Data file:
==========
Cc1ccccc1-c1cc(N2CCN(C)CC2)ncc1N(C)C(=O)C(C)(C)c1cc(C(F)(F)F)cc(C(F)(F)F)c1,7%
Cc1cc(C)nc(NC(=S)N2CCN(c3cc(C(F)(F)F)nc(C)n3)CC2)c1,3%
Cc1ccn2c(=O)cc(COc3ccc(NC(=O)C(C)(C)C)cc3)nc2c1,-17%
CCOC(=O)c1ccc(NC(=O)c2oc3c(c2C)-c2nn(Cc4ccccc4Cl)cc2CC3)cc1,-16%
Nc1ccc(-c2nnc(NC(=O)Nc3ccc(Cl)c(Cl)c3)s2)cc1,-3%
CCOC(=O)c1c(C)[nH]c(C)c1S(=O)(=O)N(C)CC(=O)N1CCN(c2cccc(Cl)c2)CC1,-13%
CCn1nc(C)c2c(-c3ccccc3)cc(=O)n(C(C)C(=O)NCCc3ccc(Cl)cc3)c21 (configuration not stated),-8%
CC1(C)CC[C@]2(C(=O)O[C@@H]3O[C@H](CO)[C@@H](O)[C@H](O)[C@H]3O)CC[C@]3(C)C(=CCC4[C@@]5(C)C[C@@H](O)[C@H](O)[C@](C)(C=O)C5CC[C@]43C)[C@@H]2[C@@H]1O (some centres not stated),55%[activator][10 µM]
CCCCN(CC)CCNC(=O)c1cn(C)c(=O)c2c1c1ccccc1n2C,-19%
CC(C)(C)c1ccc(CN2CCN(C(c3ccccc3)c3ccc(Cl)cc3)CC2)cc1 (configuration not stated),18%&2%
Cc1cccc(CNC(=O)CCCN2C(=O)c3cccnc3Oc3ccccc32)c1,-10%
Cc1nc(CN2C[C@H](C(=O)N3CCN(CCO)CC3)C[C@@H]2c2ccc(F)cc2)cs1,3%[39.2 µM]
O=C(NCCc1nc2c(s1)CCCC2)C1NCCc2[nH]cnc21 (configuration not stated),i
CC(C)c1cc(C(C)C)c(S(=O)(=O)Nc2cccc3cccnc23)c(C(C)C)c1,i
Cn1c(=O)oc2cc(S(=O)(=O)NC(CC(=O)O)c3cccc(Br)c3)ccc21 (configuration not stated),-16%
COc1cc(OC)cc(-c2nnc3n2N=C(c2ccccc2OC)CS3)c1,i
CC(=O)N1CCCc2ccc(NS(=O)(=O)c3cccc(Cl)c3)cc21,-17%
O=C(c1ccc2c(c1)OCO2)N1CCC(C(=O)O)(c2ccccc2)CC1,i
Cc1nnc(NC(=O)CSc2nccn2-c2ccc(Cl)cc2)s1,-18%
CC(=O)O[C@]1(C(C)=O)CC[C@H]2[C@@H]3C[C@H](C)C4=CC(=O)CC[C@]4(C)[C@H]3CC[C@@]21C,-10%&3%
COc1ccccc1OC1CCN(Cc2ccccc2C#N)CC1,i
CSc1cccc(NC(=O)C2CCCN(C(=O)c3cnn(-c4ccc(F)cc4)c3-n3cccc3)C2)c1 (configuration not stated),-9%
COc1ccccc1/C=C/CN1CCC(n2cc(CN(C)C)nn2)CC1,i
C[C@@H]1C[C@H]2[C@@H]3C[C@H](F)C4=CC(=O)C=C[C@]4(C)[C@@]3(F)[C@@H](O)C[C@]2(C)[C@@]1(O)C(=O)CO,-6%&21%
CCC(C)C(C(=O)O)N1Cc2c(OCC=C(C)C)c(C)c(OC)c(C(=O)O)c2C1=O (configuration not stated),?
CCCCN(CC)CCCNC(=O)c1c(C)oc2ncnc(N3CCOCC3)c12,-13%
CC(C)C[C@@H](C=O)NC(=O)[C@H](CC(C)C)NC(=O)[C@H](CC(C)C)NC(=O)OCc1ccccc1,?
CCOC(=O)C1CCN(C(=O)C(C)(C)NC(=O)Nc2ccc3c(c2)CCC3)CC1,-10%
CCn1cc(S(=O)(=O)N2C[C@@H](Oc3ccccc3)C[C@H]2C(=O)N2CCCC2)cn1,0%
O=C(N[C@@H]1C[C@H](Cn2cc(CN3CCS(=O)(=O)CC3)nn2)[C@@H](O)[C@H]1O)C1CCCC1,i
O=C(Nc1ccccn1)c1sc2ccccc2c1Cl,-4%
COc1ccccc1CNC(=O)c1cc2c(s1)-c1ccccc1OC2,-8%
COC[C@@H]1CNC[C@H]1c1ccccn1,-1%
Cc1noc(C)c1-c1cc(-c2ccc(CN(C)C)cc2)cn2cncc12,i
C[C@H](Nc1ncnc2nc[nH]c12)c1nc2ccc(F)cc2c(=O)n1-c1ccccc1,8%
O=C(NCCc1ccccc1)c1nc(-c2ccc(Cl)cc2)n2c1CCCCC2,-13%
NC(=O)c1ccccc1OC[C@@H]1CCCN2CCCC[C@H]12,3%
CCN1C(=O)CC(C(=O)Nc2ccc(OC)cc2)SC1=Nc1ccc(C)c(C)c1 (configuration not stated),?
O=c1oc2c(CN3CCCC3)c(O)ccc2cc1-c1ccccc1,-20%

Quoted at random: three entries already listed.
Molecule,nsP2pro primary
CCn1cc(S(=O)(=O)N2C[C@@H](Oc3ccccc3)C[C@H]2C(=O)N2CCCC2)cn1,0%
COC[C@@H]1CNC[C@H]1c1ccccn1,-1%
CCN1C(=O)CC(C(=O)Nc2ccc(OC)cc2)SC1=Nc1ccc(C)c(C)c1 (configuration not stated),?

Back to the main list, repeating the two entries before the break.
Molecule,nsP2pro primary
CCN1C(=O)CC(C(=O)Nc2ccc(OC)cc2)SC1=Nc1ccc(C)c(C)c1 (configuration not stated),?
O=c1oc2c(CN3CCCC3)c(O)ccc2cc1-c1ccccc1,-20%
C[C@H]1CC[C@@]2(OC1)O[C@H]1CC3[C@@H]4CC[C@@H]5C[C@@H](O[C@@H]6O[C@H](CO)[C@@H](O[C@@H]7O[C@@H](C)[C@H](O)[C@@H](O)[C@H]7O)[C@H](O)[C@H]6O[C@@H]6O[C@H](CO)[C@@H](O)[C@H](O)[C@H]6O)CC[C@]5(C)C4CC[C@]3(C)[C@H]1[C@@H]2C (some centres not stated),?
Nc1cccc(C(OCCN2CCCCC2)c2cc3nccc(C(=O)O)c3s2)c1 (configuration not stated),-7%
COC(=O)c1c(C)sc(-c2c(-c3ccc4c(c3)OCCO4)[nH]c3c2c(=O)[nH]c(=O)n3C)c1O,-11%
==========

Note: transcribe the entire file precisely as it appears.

Cc1ccccc1-c1cc(N2CCN(C)CC2)ncc1N(C)C(=O)C(C)(C)c1cc(C(F)(F)F)cc(C(F)(F)F)c1,7%
Cc1cc(C)nc(NC(=S)N2CCN(c3cc(C(F)(F)F)nc(C)n3)CC2)c1,3%
Cc1ccn2c(=O)cc(COc3ccc(NC(=O)C(C)(C)C)cc3)nc2c1,-17%
CCOC(=O)c1ccc(NC(=O)c2oc3c(c2C)-c2nn(Cc4ccccc4Cl)cc2CC3)cc1,-16%
Nc1ccc(-c2nnc(NC(=O)Nc3ccc(Cl)c(Cl)c3)s2)cc1,-3%
CCOC(=O)c1c(C)[nH]c(C)c1S(=O)(=O)N(C)CC(=O)N1CCN(c2cccc(Cl)c2)CC1,-13%
CCn1nc(C)c2c(-c3ccccc3)cc(=O)n(C(C)C(=O)NCCc3ccc(Cl)cc3)c21 (configuration not stated),-8%
CC1(C)CC[C@]2(C(=O)O[C@@H]3O[C@H](CO)[C@@H](O)[C@H](O)[C@H]3O)CC[C@]3(C)C(=CCC4[C@@]5(C)C[C@@H](O)[C@H](O)[C@](C)(C=O)C5CC[C@]43C)[C@@H]2[C@@H]1O (some centres not stated),55%[activator][10 µM]
CCCCN(CC)CCNC(=O)c1cn(C)c(=O)c2c1c1ccccc1n2C,-19%
CC(C)(C)c1ccc(CN2CCN(C(c3ccccc3)c3ccc(Cl)cc3)CC2)cc1 (configuration not stated),18%&2%
Cc1cccc(CNC(=O)CCCN2C(=O)c3cccnc3Oc3ccccc32)c1,-10%
Cc1nc(CN2C[C@H](C(=O)N3CCN(CCO)CC3)C[C@@H]2c2ccc(F)cc2)cs1,3%[39.2 µM]
O=C(NCCc1nc2c(s1)CCCC2)C1NCCc2[nH]cnc21 (configuration not stated),i
CC(C)c1cc(C(C)C)c(S(=O)(=O)Nc2cccc3cccnc23)c(C(C)C)c1,i
Cn1c(=O)oc2cc(S(=O)(=O)NC(CC(=O)O)c3cccc(Br)c3)ccc21 (configuration not stated),-16%
COc1cc(OC)cc(-c2nnc3n2N=C(c2ccccc2OC)CS3)c1,i
CC(=O)N1CCCc2ccc(NS(=O)(=O)c3cccc(Cl)c3)cc21,-17%
O=C(c1ccc2c(c1)OCO2)N1CCC(C(=O)O)(c2ccccc2)CC1,i
Cc1nnc(NC(=O)CSc2nccn2-c2ccc(Cl)cc2)s1,-18%
CC(=O)O[C@]1(C(C)=O)CC[C@H]2[C@@H]3C[C@H](C)C4=CC(=O)CC[C@]4(C)[C@H]3CC[C@@]21C,-10%&3%
COc1ccccc1OC1CCN(Cc2ccccc2C#N)CC1,i
CSc1cccc(NC(=O)C2CCCN(C(=O)c3cnn(-c4ccc(F)cc4)c3-n3cccc3)C2)c1 (configuration not stated),-9%
COc1ccccc1/C=C/CN1CCC(n2cc(CN(C)C)nn2)CC1,i
C[C@@H]1C[C@H]2[C@@H]3C[C@H](F)C4=CC(=O)C=C[C@]4(C)[C@@]3(F)[C@@H](O)C[C@]2(C)[C@@]1(O)C(=O)CO,-6%&21%
CCC(C)C(C(=O)O)N1Cc2c(OCC=C(C)C)c(C)c(OC)c(C(=O)O)c2C1=O (configuration not stated),?
CCCCN(CC)CCCNC(=O)c1c(C)oc2ncnc(N3CCOCC3)c12,-13%
CC(C)C[C@@H](C=O)NC(=O)[C@H](CC(C)C)NC(=O)[C@H](CC(C)C)NC(=O)OCc1ccccc1,?
CCOC(=O)C1CCN(C(=O)C(C)(C)NC(=O)Nc2ccc3c(c2)CCC3)CC1,-10%
CCn1cc(S(=O)(=O)N2C[C@@H](Oc3ccccc3)C[C@H]2C(=O)N2CCCC2)cn1,0%
O=C(N[C@@H]1C[C@H](Cn2cc(CN3CCS(=O)(=O)CC3)nn2)[C@@H](O)[C@H]1O)C1CCCC1,i
O=C(Nc1ccccn1)c1sc2ccccc2c1Cl,-4%
COc1ccccc1CNC(=O)c1cc2c(s1)-c1ccccc1OC2,-8%
COC[C@@H]1CNC[C@H]1c1ccccn1,-1%
Cc1noc(C)c1-c1cc(-c2ccc(CN(C)C)cc2)cn2cncc12,i
C[C@H](Nc1ncnc2nc[nH]c12)c1nc2ccc(F)cc2c(=O)n1-c1ccccc1,8%
O=C(NCCc1ccccc1)c1nc(-c2ccc(Cl)cc2)n2c1CCCCC2,-13%
NC(=O)c1ccccc1OC[C@@H]1CCCN2CCCC[C@H]12,3%
CCN1C(=O)CC(C(=O)Nc2ccc(OC)cc2)SC1=Nc1ccc(C)c(C)c1 (configuration not stated),?
O=c1oc2c(CN3CCCC3)c(O)ccc2cc1-c1ccccc1,-20%

Quoted at random: three entries already listed.
Molecule,nsP2pro primary
CCn1cc(S(=O)(=O)N2C[C@@H](Oc3ccccc3)C[C@H]2C(=O)N2CCCC2)cn1,0%
COC[C@@H]1CNC[C@H]1c1ccccn1,-1%
CCN1C(=O)CC(C(=O)Nc2ccc(OC)cc2)SC1=Nc1ccc(C)c(C)c1 (configuration not stated),?

Back to the main list, repeating the two entries before the break.
Molecule,nsP2pro primary
CCN1C(=O)CC(C(=O)Nc2ccc(OC)cc2)SC1=Nc1ccc(C)c(C)c1 (configuration not stated),?
O=c1oc2c(CN3CCCC3)c(O)ccc2cc1-c1ccccc1,-20%
C[C@H]1CC[C@@]2(OC1)O[C@H]1CC3[C@@H]4CC[C@@H]5C[C@@H](O[C@@H]6O[C@H](CO)[C@@H](O[C@@H]7O[C@@H](C)[C@H](O)[C@@H](O)[C@H]7O)[C@H](O)[C@H]6O[C@@H]6O[C@H](CO)[C@@H](O)[C@H](O)[C@H]6O)CC[C@]5(C)C4CC[C@]3(C)[C@H]1[C@@H]2C (some centres not stated),?
Nc1cccc(C(OCCN2CCCCC2)c2cc3nccc(C(=O)O)c3s2)c1 (configuration not stated),-7%
COC(=O)c1c(C)sc(-c2c(-c3ccc4c(c3)OCCO4)[nH]c3c2c(=O)[nH]c(=O)n3C)c1O,-11%